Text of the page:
Golden Swan – Alaskan King Crab Fest 2013
Ahhh! It’s Alaskan King Crab time again in Vancouver. That ever so short time of the year when AKC is relatively inexpensive and you can find everyone heading to the nearest Chinese seafood restaurant to experience dining on king crab in the best manner possible.
In Vancouver, the season usually starts in early March and carries on for a month (or two if there’s a good harvest). Usually, the best way of knowing when it starts is by looking for restaurant ads in the local Chinese newspapers. But for those of us that can’t read Chinese, the next best method is by keeping your eyes open for the weekly T&T Supermarket ads online.
Right now, T&T is offering up these giant leviathans for $16.88/lb (about 1/2 the price that it usually goes for). As it turns out, March 9th is National Crab Day so it was serendipitous that we picked this particular night for our first Alaskan King Crab fest for 2013.
We’ve been to Golden Swan before but never for AKC. Their price tonight was $16.99/lb (not the cheapest that I’ve seen in past years but still a pretty good price). While you can order it à la carte, Golden Swan offers up a couple of special set menus with some of the most popular accompanying dishes. The set menu comes with a 9 lb crab but ours turned out to be 10.75 lbs so we had to pay a bit more for our meal.
First up was Peking Duck… always a crowd favourite.
Next up was the Chives and Dried Scallop Soup with black fungus. I’ve never had this soup before but it was a good refreshing course before the main event…
The AKC’s first course was with the legs simply steamed and topped with garlic. I found that this course had a bit too much oil but the meat was nice and sweet and easy to pop out of the sliced leg shells. The garlic was a bit off too… not sure what it was… perhaps the garlic wasn’t cooked properly.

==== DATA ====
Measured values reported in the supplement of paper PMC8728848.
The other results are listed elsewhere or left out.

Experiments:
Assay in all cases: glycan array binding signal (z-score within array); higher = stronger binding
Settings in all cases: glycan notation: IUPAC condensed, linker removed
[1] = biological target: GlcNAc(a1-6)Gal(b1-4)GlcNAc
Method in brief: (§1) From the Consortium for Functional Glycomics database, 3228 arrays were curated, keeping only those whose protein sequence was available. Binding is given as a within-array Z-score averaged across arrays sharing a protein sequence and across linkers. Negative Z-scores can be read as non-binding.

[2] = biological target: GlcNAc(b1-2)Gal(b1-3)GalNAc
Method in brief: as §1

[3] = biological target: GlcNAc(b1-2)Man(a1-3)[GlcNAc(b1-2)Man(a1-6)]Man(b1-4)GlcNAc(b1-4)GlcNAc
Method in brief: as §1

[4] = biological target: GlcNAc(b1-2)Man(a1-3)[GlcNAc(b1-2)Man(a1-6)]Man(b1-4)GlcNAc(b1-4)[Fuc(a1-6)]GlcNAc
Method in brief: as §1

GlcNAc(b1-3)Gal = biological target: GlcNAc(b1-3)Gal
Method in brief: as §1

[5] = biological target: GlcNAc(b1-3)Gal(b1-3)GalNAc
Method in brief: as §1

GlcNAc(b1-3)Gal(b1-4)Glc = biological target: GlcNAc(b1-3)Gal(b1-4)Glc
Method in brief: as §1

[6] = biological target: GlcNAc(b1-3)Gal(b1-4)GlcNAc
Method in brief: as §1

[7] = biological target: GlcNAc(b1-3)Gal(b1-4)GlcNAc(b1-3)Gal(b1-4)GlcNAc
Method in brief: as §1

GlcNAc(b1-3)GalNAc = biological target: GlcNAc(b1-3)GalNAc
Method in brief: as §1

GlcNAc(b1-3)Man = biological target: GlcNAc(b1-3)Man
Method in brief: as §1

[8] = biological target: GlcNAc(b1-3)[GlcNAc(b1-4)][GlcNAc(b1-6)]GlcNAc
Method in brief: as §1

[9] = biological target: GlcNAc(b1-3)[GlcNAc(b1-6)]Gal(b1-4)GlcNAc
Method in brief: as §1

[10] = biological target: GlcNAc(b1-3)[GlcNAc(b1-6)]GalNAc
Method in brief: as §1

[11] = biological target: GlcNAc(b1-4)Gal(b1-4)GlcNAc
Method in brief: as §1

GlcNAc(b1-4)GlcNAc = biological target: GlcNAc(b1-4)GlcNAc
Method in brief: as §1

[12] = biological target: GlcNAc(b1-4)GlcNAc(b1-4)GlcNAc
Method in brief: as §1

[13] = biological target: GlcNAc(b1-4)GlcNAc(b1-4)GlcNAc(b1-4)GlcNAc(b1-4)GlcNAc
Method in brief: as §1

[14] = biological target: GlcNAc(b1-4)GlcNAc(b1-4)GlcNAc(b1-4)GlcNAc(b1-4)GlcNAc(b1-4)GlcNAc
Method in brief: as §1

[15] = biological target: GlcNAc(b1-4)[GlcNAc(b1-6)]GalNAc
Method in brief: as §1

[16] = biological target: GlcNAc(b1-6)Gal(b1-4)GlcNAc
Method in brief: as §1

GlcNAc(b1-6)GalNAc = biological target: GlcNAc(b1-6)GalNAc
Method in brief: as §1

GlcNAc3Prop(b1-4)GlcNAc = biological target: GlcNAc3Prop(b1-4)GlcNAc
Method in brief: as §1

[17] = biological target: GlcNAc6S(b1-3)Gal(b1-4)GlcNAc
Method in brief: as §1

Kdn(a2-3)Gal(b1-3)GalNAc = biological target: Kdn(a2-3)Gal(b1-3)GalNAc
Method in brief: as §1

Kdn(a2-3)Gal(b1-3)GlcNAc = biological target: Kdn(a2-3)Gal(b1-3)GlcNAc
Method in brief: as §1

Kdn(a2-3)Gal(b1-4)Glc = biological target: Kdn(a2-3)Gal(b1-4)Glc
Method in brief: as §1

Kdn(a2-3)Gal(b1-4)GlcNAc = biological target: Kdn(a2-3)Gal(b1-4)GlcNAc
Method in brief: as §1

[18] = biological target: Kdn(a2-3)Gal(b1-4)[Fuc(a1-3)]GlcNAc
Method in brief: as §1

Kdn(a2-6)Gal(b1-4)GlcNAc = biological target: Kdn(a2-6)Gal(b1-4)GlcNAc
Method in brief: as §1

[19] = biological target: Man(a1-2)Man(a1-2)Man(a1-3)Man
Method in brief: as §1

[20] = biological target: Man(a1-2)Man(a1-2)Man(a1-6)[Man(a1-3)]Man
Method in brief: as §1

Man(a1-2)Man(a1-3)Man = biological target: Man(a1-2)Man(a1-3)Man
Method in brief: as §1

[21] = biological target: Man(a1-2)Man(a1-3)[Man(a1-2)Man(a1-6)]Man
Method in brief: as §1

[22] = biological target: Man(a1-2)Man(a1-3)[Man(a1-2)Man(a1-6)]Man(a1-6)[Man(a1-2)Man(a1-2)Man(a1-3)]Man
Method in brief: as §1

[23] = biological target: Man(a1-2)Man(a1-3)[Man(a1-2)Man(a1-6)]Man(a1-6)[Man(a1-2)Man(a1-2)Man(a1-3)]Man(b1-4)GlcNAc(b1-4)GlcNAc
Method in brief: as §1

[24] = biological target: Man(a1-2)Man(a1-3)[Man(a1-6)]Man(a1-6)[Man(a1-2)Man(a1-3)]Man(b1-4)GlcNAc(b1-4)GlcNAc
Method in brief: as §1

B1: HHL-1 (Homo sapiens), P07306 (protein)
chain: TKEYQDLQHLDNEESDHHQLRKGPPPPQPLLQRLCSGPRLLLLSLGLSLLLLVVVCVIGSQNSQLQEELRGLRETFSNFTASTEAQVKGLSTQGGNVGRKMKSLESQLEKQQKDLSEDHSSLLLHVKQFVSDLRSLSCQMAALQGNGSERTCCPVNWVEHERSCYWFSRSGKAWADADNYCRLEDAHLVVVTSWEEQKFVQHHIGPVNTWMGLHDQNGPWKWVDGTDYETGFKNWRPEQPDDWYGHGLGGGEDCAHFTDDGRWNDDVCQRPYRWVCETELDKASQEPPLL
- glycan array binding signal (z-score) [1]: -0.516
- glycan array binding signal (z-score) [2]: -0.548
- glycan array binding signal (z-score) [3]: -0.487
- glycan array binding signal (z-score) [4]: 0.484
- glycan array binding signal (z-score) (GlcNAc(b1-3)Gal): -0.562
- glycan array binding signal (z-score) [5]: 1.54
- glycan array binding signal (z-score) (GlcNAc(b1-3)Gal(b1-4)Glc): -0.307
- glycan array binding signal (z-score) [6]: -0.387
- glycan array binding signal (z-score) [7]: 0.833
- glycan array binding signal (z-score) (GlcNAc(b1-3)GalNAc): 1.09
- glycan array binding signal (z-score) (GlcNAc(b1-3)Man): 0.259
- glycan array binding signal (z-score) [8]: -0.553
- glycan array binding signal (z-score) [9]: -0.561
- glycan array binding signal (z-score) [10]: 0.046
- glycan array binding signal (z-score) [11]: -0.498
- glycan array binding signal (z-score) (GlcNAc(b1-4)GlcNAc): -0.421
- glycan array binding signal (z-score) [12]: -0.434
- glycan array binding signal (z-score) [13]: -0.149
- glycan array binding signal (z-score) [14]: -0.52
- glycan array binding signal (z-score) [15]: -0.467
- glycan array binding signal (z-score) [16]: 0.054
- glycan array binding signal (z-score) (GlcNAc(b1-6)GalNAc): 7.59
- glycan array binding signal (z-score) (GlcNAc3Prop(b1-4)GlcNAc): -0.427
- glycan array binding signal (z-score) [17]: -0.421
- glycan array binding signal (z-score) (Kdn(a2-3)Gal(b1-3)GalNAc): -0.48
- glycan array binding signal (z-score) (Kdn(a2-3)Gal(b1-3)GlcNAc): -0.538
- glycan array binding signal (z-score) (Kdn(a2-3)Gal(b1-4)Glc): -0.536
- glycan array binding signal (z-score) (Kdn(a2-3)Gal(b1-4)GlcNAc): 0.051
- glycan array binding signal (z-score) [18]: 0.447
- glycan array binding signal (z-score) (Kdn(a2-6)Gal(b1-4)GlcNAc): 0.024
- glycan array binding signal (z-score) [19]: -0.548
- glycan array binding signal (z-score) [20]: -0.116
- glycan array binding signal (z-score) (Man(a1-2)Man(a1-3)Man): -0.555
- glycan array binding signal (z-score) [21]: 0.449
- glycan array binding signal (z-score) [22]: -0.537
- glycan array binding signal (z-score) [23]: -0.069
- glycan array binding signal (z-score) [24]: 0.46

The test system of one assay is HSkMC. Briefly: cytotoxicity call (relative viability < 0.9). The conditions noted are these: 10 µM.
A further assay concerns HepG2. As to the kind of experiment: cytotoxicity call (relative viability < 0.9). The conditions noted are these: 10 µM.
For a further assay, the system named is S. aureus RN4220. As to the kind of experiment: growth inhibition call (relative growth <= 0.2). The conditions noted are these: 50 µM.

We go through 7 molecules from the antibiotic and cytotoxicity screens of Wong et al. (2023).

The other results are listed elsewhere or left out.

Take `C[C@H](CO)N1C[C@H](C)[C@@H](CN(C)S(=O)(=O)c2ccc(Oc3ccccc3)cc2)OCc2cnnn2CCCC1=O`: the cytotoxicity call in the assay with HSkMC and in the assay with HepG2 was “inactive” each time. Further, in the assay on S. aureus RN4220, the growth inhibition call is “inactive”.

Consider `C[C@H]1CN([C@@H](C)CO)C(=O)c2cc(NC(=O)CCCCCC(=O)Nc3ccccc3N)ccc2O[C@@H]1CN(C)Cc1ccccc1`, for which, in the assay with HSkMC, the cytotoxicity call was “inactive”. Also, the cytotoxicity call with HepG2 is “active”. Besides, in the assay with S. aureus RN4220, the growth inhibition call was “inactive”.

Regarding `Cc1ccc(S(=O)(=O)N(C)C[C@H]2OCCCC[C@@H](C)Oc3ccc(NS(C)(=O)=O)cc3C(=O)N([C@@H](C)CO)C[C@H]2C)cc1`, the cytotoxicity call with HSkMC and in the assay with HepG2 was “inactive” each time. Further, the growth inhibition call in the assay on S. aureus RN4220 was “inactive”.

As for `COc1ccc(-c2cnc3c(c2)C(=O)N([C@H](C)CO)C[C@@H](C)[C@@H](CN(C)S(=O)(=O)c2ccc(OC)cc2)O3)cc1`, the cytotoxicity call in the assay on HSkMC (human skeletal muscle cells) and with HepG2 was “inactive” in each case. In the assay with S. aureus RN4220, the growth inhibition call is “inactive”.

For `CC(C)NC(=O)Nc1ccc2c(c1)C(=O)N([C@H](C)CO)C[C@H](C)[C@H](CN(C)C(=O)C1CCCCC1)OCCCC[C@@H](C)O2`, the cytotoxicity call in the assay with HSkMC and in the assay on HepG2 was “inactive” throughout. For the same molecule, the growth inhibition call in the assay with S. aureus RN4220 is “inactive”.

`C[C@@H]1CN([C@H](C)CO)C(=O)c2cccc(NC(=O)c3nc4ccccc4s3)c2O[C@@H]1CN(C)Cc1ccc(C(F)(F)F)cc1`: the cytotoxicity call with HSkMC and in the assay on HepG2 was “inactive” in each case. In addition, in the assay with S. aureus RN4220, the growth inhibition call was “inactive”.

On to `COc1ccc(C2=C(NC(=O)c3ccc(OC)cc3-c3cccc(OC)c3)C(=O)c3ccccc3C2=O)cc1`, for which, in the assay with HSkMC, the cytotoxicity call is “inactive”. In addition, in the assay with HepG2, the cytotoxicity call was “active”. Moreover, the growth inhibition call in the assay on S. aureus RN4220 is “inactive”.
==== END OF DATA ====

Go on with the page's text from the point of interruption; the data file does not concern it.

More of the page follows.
The AKC fried knuckles with spicy salt is always the most popular course. There’s more meat in these pieces and it has a fuller flavour offset with the spicy jiu yim seasoning.
Most Peking Duck that I’ve had comes with 2 courses… the duck skin in crepes and then duck lettuce wrap. In this set menu, the leftover duck meat (which was plentiful) was used to make a simple yet very satisfying dish with celery, baby carrots, and mushrooms.
While I like Deep Fried Crispy Chicken (and what kid in us doesn’t adore the shrimp chips?) I always find that the large slabs of chicken to be too meaty… but alas, this is the typical butchering/serving method done by most Chinese restaurants. It reminds me of one year when we ordered a Christmas turkey dinner from Hon’s and they offered to “carve the turkey” for us. We shouldn’t have been surprised but when we opened up the meal, the turkey had been chopped up the same way they chop up BBQ duck or chicken at the Chinese butcher shop. Given how much larger a turkey is, just imagine how difficult those pieces were to eat.
The set menu also came with a Deep Fried Sole dish that had a slight amount of spicyness from some of the same spicy salt that they used on the deep fried knuckles.
Last up for the AKC courses was the Baked Portuguese Rice in the king crab shell. The only thing that could have made this dish better would have been if there was more of the curry sauce mixed in the rice.
The last dish (before desserts) for the set menu was the Fish Maw and Vegetables in special broth. Fish maw comes from the air bladder of the fish and really doesn’t have much of a taste to it by itself – instead relying on the broth that it’s cooked in to impart any flavour.
The “desserts” portion of the set menu came with the usual red bean soup common in many Chinese restaurants.
We actually pre-ordered a Baked Tapioca Pudding for dessert. I think the thing that really makes this dish good is the thick pineapple crust that’s baked on top. No, there’s no actual pineapple in it… they just call it that because it looks like the outer shell of a pineapple (just like the Chinese pineapple bun pastry). There are different types of baked tapioca pudding… I think Golden Swan makes theirs with a taro filling instead of a red bean filling (like they do at Sun Sui Wah). Speaking of Sun Sui Wah, stay tuned for tomorrow’s post on our next AKC meal at Sun Sui Wah. The price there is a bit more expensive but well worth it.
So if you’ve been waiting all year for Alaskan King Crab like us, make sure you go before the prices go back up.
5380 Victoria Drive
Posted on March 11, 2013, in Chinese, Restaurant Review, Seafood and tagged Alaskan King Crab, Baked Tapioca Pudding, Chinese, Food, Kensington, Peking Duck, restaurant review, Seafood, Vancouver. Bookmark the permalink. 6 Comments.